Restoring Acadia’s Iconic Summits

Thousands of hikers each year have trampled fragile vegetation on Acadia’s mountain summits, resulting in the loss of soil, rare plants, and unique plant communities. Park staff tried roping off summit areas in hopes that the sub-alpine vegetation would come back naturally. Unfortunately, after more than 15 years, there has been little success.


Jim Burka, Acadia National Park biological science technician, waters sterilized soil recently added to areas that will be revegetated near the summit of Cadillac Mountain in Acadia National Park, Tuesday, May 25, 2021. (Photo by Ashley L. Conti/Friends of Acadia)

Despite their hardened granite, Acadia’s mountain summit ecosystems are incredibly fragile. Human-caused climate change is causing longer growing seasons, more rain, less snow, and fewer species that we know and love. Extreme weather events are damaging landscapes, cultural resources, and infrastructure. Invasive plants species are trying to out-compete native summit plants. Trampling by humans has damaged the plant communities at the top of mountains.

Together with partners-in-science like Friends of Acadia, park scientists are studying the summit plant communities and in some cases actively working to restore them.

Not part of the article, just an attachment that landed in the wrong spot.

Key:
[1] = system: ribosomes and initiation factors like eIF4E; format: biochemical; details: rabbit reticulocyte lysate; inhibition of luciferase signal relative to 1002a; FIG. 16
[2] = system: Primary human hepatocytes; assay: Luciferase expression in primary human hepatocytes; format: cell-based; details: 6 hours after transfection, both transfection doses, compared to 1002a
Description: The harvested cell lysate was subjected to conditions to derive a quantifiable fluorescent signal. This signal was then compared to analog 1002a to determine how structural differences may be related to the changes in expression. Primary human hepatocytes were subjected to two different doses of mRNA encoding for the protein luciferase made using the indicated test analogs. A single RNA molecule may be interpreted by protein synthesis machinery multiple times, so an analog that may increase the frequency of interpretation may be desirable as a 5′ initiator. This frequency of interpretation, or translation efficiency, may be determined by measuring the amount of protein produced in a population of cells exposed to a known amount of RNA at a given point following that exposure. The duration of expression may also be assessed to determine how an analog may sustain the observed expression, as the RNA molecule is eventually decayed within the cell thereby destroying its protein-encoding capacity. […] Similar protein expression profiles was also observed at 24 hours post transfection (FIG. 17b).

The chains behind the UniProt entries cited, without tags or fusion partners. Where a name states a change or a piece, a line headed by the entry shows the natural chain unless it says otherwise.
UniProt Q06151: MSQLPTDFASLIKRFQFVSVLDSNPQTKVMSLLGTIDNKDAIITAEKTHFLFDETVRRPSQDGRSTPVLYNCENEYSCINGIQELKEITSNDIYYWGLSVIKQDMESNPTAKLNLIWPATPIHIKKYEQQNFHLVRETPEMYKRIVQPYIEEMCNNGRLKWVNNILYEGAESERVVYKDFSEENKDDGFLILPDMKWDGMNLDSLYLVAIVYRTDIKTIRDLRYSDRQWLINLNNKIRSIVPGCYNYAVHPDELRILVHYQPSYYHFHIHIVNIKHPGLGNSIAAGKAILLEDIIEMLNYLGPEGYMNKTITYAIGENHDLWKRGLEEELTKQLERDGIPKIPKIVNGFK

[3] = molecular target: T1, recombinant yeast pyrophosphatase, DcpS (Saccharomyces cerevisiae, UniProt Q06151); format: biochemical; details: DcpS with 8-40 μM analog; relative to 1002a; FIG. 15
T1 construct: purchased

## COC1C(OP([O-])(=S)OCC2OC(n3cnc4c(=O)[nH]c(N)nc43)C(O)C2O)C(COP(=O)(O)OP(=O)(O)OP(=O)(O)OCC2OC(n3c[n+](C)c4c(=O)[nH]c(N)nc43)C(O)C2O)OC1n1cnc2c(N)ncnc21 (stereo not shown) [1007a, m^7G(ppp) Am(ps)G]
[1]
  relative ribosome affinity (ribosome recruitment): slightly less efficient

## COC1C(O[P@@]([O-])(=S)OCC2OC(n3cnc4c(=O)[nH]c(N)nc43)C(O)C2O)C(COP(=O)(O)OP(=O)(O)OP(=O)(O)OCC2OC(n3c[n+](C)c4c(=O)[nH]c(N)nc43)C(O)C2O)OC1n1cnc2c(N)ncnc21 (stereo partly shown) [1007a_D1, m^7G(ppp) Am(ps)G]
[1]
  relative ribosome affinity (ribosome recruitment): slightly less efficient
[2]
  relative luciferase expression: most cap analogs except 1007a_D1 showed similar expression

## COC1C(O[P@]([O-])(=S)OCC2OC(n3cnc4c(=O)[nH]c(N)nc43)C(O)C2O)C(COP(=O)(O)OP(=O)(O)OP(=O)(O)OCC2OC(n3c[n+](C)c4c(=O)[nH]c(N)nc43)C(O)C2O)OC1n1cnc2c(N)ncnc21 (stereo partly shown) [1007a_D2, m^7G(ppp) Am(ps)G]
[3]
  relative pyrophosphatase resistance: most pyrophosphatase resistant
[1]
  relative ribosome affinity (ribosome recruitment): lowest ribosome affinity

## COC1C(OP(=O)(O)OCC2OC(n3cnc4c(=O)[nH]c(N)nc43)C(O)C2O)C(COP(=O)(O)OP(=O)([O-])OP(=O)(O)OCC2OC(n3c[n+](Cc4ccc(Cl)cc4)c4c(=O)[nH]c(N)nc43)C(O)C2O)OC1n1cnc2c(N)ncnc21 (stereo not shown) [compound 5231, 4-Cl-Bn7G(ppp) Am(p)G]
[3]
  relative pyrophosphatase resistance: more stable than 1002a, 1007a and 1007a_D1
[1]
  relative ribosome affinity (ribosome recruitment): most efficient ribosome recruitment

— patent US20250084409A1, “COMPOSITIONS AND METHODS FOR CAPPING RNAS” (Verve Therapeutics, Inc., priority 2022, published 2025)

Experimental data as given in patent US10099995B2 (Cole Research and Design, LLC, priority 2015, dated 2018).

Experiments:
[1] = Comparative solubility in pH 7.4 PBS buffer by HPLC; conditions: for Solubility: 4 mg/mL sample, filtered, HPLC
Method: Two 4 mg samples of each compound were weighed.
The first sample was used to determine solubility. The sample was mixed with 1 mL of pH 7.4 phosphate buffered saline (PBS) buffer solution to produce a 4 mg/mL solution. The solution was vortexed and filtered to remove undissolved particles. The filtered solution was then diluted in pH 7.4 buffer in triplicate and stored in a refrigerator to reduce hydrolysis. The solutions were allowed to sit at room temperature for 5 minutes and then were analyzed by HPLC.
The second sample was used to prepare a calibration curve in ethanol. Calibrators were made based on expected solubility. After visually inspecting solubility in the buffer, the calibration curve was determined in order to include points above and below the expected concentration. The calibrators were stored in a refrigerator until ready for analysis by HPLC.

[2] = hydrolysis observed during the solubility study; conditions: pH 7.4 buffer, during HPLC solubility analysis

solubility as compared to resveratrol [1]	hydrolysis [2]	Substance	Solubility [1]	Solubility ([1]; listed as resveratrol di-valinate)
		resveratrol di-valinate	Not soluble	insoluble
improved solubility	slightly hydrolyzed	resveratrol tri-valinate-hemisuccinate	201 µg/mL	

Friends of Acadia is supporting the park’s work to keep the sub-alpine vegetation of Acadia’s summits healthy, diverse, and adaptable. Thanks to donations from our members, the lessons learned from restoration activities on Cadillac Mountain are being extended to Penobscot and Sargent Mountains.


Wild Acadia Projects

The Friends of Acadia and Schoodic Institute are working together with the park to lead the way in research-based management decisions in the face of climate change.

Wild Acadia is a partnership-based, interdisciplinary, and updated approach to managing Acadia’s natural and cultural resources. Rather than managing to a past state, this approach seeks to understand the stresses to Acadia’s resources, the resulting changes from those stressors, and new ways to manage park ecosystems so that they are better equipped to handle changing environmental conditions.

Friends of Acadia is investing in a series of Wild Acadia initiatives to help park ecosystems be resilient to the changes happening within and around them.


Learn More About Summit Restoration

Test plots seek out the best methods for revegetating the park’s summits

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Cadillac Summit Restoration Featured on Maine Public

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Other Ecosystem Resiliency Projects

Bass Harbor Marsh

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Great Meadow

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Invasive Plant Removal

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Jordan Pond Buoy

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